To serve, add a spoonful each of raisins and almonds, if using, to a glass or mug.  Strain the gløgg into the glass. Garnish with fresh orange slices and serve with a spoon for scooping up the raisins and almonds.

Raspberry Almond Streusel Bars

raspberry almond bars tastefood

Almond flour, almonds, and oats confer in a dense and spiced streusel, sandwiching an intense raspberry filling, while debatably nudging these bars into the kind-of-sort-of healthy department…oh, who am I kidding. Whether you call these raspberry bars indulgent or healthy(ish), they should be a must-have on your holiday cookie to-do list.

Raspberry Almond Streusel Bars

Active Time: 25 minutes
Total Time: 45 minutes
Makes 16 (2-inch) square bars.

Crust and Topping:
1 cup almond flour (meal)
1/2 cup all-purpose flour
1/2 cup old-fashioned oats
1/2 cup dark brown sugar
1/4 cup granulated sugar
1 teaspoon ground cinnamon
1/2 teaspoon salt
3/4 cup chilled unsalted butter, cut into ½-inch cubes
1 teaspoon vanilla extract
1/2 teaspoon almond extract
1/4 cup sliced or slivered almonds, coarsely chopped

Filling:
1/2 cup raspberry preserves
6 ounces fresh raspberries
1 tablespoon raspberry liqueur, such as Chambord (optional)

1. Heat the oven to 375°F. Butter an 8 by 8-inch baking pan. Line the bottom with parchment leaving a 2-inch overhang on 2 opposite sides. Butter the parchment.

2. Combine the almond meal, flour, brown sugar, sugar, cinnamon, and salt in a food processor. Pulse to combine, 1 to 2 times. Add the butter and extracts. Pulse until the mixture resembles coarse meal, 10 to 12 times. Transfer 3/4 cup of the mixture to a bowl, add the almonds and set aside for the topping. Press the remaining mixture firmly and evenly into the pan. Bake until light golden brown, about 12 minutes.

3. Place the preserves, raspberries, and liqueur, if using, in a bowl. Mix with a fork to combine, lightly mashing the whole raspberries but leaving some pieces intact. Spread the raspberries over the crust. Sprinkle the topping over the filling.

4. Bake until the filling is bubbling and the topping is golden brown, about 20 minutes. Cool completely in the pan on a wire rack. Remove from pan and cut in 2-inch squares. Serve at room temperature or cover and refrigerate for up to 2 days.

 

Else’s Saffron Bread

Saffron Bread tastefood Swedish Saffron Bread (Lussekatter)

I have been making saffron bread with my Danish husband since we first met and lived in Geneva, Switzerland.  It’s a charming and delicious tradition passed down from his mother, Else, which celebrates the festival of light during the dark winter solstice, Swedish-style, by forming billowy saffron scented breads into various shapes (lussekatter) and buns. In those early years, before our children were born and since my husband and I lived far from our own families, we made a point of inviting friends who had children, since this holiday isn’t complete without the help of little fingers assisting in shaping and nibbling the dough. While the bread rose, we would take a long walk in the vineyards beneath the Jura mountains overlooking Lake Geneva, before returning to form and bake the breads, which we would enjoy with  a glass of glogg or tea before the fire. Later, we had our own children to help, but we continued to invite our friends to join making Else’s saffron bread, even as we moved from country to country in Europe. No matter where we lived, this was a lovely holiday celebration enjoyed by everyone, no matter their nationality, impossible not to share with our extended family of friends.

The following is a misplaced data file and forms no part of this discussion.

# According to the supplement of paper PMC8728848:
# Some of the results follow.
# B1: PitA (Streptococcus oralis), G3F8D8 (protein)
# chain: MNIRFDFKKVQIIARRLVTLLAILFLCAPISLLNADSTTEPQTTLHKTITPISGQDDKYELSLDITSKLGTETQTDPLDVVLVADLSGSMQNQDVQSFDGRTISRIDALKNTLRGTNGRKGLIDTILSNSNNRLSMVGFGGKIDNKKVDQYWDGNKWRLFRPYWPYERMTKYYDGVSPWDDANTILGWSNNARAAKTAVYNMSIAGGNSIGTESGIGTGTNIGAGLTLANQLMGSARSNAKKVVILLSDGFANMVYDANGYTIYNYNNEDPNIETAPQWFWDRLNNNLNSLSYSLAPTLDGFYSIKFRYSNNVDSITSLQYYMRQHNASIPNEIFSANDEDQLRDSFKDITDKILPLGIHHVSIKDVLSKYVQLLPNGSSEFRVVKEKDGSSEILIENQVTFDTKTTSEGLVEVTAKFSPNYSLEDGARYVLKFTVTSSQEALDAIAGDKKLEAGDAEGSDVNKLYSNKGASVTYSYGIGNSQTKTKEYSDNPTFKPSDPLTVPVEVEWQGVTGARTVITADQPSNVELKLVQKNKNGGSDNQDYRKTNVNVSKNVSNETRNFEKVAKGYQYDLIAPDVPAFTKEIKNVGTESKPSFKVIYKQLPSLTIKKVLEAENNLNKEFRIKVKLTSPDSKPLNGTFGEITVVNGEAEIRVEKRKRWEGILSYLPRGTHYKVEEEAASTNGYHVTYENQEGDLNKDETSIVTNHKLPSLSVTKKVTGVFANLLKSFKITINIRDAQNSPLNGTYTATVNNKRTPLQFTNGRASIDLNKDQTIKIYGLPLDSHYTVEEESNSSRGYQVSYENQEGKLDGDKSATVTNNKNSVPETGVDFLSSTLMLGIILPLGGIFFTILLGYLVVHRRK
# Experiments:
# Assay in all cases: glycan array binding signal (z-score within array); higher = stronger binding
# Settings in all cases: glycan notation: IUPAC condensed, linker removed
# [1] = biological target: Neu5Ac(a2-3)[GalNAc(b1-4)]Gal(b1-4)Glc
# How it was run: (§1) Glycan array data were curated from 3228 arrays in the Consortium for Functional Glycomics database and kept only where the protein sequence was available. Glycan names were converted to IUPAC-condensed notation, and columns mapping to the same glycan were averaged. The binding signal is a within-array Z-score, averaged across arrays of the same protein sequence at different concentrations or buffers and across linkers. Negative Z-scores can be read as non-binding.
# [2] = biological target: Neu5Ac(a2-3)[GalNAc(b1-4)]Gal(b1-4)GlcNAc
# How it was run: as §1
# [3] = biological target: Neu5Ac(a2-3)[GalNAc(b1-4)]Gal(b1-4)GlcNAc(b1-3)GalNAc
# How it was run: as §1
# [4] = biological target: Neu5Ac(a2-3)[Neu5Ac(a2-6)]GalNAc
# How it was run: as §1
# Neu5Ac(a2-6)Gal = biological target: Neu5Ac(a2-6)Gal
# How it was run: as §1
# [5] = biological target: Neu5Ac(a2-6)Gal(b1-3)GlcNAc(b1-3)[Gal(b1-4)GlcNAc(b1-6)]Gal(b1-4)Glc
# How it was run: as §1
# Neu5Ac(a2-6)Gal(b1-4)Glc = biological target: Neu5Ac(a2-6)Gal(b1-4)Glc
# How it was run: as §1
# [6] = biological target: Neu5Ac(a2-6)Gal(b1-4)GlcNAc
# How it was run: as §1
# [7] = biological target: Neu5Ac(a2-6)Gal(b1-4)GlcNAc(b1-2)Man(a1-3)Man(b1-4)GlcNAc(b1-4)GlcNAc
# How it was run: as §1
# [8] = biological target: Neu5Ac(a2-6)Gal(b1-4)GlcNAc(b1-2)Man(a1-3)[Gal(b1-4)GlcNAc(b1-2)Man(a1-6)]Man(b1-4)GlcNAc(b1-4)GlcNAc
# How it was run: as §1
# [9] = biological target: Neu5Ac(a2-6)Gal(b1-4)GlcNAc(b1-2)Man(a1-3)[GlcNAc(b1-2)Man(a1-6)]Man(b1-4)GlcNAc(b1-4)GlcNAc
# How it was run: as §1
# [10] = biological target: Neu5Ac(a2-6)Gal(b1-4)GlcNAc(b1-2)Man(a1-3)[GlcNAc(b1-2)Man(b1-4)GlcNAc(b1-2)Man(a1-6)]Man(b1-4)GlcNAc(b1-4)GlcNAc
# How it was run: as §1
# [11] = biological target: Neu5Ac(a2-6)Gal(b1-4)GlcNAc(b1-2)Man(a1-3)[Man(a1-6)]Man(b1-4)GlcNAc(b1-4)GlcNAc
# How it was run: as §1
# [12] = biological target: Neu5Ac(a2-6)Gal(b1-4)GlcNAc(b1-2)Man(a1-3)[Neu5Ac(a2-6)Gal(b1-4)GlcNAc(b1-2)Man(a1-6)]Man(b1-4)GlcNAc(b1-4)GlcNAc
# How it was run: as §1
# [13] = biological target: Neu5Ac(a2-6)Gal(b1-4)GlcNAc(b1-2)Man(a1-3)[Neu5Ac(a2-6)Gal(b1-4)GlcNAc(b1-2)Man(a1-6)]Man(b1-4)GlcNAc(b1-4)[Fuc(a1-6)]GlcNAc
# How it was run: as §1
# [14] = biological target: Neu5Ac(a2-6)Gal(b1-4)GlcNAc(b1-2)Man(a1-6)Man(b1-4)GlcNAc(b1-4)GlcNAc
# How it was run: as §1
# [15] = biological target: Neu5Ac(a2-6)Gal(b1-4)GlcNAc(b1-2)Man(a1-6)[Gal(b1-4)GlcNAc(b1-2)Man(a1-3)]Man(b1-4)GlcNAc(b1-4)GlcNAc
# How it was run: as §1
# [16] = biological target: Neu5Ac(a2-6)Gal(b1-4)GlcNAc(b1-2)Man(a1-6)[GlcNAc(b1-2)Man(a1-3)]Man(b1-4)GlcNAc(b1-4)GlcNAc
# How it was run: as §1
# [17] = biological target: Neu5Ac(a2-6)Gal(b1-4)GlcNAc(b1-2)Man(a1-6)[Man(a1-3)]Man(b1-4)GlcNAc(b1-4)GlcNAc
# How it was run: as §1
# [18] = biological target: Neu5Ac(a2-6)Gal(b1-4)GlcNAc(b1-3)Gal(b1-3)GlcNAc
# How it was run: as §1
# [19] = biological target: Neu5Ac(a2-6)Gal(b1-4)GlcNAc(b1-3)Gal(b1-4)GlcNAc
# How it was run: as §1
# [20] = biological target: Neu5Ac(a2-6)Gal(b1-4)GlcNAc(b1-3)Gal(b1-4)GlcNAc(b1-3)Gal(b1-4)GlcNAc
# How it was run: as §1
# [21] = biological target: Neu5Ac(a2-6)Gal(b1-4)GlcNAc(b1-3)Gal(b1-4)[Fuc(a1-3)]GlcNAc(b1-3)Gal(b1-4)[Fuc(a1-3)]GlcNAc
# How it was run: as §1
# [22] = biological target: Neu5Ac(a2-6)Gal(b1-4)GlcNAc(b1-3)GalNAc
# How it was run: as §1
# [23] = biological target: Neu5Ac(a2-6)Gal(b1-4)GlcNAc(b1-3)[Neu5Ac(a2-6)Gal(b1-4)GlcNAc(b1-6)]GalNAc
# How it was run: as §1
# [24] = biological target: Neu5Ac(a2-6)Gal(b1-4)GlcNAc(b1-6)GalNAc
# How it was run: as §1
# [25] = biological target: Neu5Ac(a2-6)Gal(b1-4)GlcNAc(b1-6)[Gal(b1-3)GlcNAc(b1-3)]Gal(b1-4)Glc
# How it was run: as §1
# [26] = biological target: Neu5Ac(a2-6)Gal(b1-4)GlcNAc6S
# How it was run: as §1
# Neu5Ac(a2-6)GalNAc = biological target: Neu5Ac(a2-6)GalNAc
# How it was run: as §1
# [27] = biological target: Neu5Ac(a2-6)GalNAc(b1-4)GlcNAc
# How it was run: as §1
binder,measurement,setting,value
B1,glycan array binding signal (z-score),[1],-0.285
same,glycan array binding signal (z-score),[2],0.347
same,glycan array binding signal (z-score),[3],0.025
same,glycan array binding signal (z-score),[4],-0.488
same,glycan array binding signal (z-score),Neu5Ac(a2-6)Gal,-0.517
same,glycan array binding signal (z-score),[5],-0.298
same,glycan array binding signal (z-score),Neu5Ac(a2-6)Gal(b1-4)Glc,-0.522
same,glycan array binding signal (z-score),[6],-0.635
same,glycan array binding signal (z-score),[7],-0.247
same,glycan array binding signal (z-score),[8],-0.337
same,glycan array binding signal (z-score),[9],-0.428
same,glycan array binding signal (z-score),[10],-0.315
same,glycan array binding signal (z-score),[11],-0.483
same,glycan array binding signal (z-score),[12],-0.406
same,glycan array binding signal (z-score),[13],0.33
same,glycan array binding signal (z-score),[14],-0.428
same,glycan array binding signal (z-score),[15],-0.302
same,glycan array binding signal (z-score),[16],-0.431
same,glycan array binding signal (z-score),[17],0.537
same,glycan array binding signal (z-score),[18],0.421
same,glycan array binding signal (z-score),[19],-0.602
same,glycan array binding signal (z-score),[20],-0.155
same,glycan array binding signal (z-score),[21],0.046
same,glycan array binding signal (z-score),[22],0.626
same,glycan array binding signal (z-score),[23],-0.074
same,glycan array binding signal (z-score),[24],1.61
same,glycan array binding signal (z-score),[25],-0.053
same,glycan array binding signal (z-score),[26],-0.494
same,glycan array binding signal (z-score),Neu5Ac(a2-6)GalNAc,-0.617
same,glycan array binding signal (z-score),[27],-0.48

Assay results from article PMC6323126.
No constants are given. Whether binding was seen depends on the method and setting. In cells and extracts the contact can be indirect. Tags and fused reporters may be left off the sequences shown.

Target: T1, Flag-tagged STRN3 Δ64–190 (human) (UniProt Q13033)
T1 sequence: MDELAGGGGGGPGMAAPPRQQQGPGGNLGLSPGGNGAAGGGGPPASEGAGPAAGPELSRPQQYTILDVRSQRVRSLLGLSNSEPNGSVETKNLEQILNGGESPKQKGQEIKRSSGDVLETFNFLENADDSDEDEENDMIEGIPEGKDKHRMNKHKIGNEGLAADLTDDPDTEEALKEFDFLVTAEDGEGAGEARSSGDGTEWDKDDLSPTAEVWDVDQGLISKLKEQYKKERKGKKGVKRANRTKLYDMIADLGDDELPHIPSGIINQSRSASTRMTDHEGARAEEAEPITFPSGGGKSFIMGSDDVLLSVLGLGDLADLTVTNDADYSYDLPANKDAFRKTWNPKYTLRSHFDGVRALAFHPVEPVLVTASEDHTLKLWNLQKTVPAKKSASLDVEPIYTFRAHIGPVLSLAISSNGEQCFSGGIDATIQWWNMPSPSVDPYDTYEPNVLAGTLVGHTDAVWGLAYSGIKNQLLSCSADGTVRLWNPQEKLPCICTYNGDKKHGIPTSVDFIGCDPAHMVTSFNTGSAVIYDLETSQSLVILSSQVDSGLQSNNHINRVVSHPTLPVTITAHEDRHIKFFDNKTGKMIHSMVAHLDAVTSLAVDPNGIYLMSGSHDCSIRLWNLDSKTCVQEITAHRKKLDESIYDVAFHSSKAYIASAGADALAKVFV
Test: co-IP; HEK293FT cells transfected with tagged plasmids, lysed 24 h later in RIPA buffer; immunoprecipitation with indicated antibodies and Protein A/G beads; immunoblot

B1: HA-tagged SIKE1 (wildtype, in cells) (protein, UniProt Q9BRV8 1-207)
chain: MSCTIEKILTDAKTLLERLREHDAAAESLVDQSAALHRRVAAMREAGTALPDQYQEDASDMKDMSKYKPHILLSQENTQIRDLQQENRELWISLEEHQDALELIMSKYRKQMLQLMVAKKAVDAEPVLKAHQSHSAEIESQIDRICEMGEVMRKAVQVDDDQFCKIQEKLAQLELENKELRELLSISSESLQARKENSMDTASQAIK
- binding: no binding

This year, we are a half empty nest, with our oldest away at college. We continue the tradition, once again inviting friends of my daughter to help. After all, the more hands the merrier. Needless to say, we’ll also be making an extra batch of Else’s saffron bread when our son arrives home next week – but we couldn’t wait until then.

Else’s Saffron Bread

Active Time: 1 hour
Total Time: 2 hours and 45 minutes
Makes about 24 buns

1/2 teaspoon saffron threads
1/4 teaspoon granulated sugar plus 2/3 cup
2/3 cup unsalted European-style butter
2 cups whole milk
2 envelopes active dry yeast
1 teaspoon kosher salt
6 1/2 to 7 cups all-purpose flour
1/2 cup raisins, plus extra for garnish
1 large egg, lightly beaten

1. In a small bowl, crush the saffron and the 1/4 teaspoon sugar with a spoon.

2. Melt the butter in a large saucepan, add the milk, and heat over medium-low heat until warm to the touch (about 110°F).

3. Place the yeast in a large bowl, add 1/4 cup of the warm milk, and stir to dissolve. Let the mixture stand until it foams, 5 to 10 minutes.